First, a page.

Further Up and Further In

The other day I finished reading the Chronicles of Narnia series. I read the whole thing beginning to end over the past six months and never in my life have I ever been so taken with a fictional idea or place. As silly as it sounds, I have been yearning for the mountains, the sea, the hills, the forests. I want to dance around the fire to the beat of the dwarfs' drums with the satyrs and the fauns. I want to feel the spirits of the trees and trade verses with the horses, eagles, badgers, foxes, beavers, sparrows, rabbits, and mice. I want to go on adventures with Peter, Edmund, Lucy, (NOT Susan), Eustace, Jill, Digory, and Polly. I want to feel the warm breath of the Great Lion and hear his voice. I want to meet the kings and queens that sit enthroned at Cair Paravel and feast with them, overlooking the Eastern Sea where mermaids and fish and dolphins jump out of the water and rejoice. Can you imagine? The joy, the adventure, the warmth of the fire in the beavers' dam, the chill of the snow, the tickle of the breeze. 

I found this in a castle on the southern coast of Devon, England, and stood in front of it, waiting for Narnia to appear on the other side for longer than is probably appropriate for an adult.

I found this in a castle on the southern coast of Devon, England, and stood in front of it, waiting for Narnia to appear on the other side for longer than is probably appropriate for an adult.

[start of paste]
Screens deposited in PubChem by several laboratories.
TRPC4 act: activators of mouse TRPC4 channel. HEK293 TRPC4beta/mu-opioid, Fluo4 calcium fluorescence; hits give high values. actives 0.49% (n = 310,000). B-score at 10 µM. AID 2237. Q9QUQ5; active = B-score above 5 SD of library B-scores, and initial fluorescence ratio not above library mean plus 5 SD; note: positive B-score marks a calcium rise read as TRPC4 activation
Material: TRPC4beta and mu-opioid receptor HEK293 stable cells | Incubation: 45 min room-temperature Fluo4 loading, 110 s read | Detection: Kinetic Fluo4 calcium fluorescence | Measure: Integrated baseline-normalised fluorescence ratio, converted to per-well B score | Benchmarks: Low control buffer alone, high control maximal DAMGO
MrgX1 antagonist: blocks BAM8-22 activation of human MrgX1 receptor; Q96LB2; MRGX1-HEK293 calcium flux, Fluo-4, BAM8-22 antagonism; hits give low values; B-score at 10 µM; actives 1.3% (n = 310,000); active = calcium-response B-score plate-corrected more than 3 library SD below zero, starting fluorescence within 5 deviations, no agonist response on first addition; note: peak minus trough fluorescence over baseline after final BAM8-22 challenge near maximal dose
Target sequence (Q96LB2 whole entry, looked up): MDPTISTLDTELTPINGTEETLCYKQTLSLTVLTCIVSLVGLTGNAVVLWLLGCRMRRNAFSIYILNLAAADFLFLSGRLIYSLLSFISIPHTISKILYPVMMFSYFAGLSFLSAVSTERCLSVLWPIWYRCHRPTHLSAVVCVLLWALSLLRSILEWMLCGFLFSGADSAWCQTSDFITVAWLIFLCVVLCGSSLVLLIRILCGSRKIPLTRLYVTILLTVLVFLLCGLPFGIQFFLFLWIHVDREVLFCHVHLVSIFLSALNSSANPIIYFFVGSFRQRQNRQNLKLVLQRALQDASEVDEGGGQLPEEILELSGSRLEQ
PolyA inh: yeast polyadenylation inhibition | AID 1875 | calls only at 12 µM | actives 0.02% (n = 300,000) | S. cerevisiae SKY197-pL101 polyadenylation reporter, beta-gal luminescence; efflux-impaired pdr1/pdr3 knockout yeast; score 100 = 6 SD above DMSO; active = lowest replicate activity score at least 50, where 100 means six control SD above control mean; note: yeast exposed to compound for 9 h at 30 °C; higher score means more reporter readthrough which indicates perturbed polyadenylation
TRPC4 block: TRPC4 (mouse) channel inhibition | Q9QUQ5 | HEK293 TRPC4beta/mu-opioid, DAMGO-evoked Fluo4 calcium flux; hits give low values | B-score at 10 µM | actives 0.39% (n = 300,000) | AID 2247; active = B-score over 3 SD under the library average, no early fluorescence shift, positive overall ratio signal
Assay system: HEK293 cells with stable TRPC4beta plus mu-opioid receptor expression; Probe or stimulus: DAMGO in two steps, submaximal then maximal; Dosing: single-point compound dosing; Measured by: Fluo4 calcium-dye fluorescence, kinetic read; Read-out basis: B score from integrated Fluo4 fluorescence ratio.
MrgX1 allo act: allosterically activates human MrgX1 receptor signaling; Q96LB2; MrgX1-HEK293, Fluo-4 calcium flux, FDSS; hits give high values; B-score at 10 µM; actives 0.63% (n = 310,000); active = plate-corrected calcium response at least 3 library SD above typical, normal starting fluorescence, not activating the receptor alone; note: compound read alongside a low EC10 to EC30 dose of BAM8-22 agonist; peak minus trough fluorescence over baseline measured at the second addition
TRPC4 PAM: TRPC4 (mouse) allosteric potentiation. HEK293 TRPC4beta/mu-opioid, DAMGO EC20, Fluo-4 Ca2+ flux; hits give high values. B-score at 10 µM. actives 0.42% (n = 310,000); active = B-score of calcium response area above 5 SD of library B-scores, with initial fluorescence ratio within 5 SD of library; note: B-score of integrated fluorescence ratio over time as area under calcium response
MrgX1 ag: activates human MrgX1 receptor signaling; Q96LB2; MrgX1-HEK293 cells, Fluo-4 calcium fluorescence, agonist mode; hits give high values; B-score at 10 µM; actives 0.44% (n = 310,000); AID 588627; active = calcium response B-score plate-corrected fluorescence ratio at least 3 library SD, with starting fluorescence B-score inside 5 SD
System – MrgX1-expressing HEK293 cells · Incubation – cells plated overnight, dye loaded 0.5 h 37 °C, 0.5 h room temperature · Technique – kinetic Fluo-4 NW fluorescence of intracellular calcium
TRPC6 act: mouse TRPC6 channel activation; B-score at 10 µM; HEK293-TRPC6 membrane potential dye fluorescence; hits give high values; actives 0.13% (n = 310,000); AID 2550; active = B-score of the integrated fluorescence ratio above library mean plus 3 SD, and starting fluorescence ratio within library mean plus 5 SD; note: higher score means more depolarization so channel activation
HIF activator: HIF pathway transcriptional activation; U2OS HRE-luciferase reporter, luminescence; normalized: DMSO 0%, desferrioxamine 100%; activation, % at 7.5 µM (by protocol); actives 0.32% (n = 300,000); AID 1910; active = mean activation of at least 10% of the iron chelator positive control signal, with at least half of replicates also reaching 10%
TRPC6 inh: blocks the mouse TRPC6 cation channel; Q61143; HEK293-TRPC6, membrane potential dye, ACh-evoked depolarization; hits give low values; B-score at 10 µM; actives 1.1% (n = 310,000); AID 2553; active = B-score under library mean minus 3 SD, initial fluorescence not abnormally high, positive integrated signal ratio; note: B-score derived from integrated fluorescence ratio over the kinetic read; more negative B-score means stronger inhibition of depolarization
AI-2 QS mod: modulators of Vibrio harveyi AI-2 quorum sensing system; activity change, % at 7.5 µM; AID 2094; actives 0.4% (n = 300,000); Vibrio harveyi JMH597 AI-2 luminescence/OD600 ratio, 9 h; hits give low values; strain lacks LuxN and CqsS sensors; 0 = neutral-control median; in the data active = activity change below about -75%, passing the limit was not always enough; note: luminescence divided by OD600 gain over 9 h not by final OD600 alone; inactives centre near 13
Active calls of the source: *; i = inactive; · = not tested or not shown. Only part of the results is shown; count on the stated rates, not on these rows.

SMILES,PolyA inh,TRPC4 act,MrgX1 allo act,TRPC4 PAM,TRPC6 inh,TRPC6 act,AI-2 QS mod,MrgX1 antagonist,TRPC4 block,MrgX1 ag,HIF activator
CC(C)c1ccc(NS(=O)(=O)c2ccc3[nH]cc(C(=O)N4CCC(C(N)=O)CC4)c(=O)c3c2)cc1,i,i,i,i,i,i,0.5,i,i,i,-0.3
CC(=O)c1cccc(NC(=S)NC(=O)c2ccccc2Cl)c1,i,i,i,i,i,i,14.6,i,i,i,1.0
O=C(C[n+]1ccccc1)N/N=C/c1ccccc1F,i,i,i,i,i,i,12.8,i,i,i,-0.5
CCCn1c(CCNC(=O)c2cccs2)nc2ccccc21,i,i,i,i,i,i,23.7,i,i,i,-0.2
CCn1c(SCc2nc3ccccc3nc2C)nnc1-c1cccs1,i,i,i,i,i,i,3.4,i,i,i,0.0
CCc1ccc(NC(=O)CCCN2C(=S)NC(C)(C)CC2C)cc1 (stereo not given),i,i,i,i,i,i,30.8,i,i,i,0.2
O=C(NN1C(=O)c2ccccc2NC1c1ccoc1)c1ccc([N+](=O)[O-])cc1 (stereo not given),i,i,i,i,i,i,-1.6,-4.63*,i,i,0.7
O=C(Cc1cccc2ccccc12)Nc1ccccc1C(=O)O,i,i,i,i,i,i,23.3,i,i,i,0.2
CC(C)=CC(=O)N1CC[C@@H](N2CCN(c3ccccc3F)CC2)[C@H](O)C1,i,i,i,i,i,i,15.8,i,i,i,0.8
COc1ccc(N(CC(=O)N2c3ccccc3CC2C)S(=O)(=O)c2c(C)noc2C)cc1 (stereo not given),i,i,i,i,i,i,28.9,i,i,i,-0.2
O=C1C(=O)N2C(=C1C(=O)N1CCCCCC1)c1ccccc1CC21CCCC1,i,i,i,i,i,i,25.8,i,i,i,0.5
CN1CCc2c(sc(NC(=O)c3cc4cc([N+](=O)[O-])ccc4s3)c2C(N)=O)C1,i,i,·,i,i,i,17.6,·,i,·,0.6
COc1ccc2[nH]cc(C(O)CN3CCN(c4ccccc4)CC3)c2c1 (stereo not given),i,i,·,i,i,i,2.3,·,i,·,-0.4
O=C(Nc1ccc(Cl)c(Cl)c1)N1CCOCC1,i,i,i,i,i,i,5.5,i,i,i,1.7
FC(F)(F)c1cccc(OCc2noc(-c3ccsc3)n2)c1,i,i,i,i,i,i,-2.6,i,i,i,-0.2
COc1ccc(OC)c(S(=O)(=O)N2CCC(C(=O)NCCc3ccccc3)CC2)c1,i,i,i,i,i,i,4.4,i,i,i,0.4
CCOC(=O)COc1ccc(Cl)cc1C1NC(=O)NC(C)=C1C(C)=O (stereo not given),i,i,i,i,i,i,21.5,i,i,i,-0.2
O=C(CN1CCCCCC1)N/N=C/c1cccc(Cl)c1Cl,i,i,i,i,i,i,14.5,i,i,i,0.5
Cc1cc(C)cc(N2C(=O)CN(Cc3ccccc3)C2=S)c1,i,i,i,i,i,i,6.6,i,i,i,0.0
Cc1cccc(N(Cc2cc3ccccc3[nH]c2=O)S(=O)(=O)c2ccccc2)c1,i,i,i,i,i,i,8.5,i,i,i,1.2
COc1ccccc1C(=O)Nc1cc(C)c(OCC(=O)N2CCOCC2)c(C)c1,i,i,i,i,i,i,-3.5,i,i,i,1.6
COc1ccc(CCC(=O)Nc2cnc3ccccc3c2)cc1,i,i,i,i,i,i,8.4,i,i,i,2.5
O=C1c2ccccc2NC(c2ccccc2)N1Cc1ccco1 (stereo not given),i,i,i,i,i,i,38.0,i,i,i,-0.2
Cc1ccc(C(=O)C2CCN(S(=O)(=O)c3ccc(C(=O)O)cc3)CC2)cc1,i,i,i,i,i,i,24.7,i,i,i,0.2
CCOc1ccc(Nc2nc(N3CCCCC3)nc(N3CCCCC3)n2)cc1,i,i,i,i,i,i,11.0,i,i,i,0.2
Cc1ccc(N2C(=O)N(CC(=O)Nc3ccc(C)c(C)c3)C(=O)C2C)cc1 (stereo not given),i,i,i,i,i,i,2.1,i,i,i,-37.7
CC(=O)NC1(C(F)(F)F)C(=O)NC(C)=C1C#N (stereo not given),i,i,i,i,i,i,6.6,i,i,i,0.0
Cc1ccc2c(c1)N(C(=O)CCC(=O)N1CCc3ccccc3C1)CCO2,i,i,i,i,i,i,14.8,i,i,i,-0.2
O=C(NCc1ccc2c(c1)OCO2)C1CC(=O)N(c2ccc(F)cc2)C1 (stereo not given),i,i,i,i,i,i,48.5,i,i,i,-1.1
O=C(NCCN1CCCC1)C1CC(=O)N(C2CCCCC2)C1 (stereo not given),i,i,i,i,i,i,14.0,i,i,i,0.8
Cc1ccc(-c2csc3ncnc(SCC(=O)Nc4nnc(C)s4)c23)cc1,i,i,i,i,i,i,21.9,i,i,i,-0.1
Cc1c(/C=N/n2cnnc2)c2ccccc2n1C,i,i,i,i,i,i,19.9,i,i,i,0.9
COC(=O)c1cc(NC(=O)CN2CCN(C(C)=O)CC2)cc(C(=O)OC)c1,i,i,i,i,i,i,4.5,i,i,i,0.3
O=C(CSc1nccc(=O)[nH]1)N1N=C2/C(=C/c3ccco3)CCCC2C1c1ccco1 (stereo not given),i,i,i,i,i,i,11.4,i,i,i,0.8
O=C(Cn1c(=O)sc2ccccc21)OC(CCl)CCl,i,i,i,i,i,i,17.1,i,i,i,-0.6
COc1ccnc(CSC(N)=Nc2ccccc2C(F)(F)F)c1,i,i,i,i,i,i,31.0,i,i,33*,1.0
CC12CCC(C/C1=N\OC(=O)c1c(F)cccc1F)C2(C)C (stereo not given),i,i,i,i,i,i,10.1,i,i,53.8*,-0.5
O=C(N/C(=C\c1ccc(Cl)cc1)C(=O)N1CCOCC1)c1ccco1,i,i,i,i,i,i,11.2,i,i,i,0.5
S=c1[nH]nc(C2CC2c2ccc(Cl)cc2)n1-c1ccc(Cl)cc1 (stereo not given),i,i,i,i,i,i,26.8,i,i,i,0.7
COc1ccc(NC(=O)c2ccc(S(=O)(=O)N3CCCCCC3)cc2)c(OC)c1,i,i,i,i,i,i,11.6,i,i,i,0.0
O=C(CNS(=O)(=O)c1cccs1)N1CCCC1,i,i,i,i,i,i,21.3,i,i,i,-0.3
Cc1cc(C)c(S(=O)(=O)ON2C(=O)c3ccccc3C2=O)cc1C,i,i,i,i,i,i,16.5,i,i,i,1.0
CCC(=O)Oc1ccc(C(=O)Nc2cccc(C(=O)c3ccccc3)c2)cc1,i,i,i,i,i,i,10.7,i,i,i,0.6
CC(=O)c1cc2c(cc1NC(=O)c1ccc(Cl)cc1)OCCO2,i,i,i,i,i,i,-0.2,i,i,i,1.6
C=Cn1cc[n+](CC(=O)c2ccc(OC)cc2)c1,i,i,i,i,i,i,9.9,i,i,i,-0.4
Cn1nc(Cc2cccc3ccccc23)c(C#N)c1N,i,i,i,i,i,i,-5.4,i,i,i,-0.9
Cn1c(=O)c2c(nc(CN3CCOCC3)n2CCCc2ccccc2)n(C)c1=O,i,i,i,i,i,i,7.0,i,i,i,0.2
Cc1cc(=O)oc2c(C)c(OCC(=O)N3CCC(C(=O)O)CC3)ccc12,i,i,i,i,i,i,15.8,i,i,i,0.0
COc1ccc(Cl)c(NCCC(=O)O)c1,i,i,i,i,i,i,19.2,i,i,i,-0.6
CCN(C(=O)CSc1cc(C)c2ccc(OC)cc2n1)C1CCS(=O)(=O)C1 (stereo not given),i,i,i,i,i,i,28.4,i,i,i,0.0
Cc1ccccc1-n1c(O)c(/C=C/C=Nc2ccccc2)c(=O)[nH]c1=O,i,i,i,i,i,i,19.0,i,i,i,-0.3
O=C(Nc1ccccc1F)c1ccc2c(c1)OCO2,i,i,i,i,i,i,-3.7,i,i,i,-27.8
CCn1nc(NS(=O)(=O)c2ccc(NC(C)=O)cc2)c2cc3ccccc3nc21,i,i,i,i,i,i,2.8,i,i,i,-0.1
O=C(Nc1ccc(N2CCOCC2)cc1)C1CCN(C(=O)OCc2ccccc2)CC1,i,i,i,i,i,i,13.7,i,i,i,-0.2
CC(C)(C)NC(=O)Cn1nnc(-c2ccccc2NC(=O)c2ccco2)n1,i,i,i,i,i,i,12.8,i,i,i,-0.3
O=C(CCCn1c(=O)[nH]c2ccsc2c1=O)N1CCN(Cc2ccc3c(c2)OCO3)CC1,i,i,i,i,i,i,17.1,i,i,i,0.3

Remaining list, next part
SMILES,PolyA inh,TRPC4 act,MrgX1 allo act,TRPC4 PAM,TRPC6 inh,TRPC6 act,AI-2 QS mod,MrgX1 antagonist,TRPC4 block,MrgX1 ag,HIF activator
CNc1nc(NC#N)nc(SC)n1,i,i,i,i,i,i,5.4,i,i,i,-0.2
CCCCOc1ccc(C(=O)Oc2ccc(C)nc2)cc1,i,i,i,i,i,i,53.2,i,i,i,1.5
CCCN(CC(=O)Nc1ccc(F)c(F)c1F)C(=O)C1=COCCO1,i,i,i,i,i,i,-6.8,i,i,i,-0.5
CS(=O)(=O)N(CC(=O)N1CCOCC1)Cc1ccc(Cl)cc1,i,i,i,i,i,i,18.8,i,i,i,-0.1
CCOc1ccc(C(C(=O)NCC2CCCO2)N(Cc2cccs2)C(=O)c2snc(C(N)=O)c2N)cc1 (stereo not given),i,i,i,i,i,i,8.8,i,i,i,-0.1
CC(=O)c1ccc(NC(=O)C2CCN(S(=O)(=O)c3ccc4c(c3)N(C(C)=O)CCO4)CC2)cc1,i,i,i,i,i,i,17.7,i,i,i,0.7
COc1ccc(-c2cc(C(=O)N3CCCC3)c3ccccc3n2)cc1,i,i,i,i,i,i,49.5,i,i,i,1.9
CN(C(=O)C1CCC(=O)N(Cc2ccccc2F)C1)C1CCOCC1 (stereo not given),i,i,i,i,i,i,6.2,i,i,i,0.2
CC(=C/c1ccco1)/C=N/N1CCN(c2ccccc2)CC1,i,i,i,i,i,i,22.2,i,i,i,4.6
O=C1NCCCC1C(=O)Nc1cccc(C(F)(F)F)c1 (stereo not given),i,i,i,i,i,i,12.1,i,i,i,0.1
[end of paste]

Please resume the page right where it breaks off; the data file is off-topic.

I get very caught up in the words of C.S. Lewis. Each one drips with magic and thoughtfulness and wonder. The lands he describes and the emotions and textures. I can imagine no place more wonderful than the world he created. Since I was a child and read these books and heard the stories, I knew that it was all an allegory for the creation of the world, the sacrifice of Jesus, the relationship of God with His people, but reading these books as an adult is an even richer experience than I could have anticipated. As I've had to depend more and more on Jesus and His righteousness, the beauty of THAT story, of Jesus and me, has become more beautiful and believable, just like Narnia to each of the children that stumble upon it. Reading the last few pages of The Last Battle and hearing the description of each part of Narnia and the journey further up and further in as each inside is bigger than its outside, gave me so much hope, but also so much heartbreak. I mourn the reality of the fallen world. We should have been that beautiful Narnia, but we're not. We should feel no pain, but we do. I do. And as hard as that is to swallow, regardless of Narnia, it becomes so sweet at the same time. Each character wished to leave Narnia at one point, and eventually they all do. Each one had to sweat, worry, bleed, cry, fight, climb, crawl, stumble, hide, run, swim, and work before their task was done and the sweet breath of Aslan wrapped around them in perfect approval, forgiveness, and love. And even as they went back to their own world, thinking they'd never return again to the exceedingly beautiful world they so loved, there was gratitude for the grunting, sweating, crying, and worrying. Each of those things taught them something they did not yet know about themselves. EUSTACE. Can you imagine a more horrid child? And by the end, you just want to wrap your arms around him, kiss his forehead, and say "Well done, mate." And glory be, GLORY BE! Aslan works perfectly and deliberately until finally he can call each good and righteous Narnian- native or not- home to their proper place next to him as the world darkens. All hope is threatened to be overtaken too, until you move further up and further in.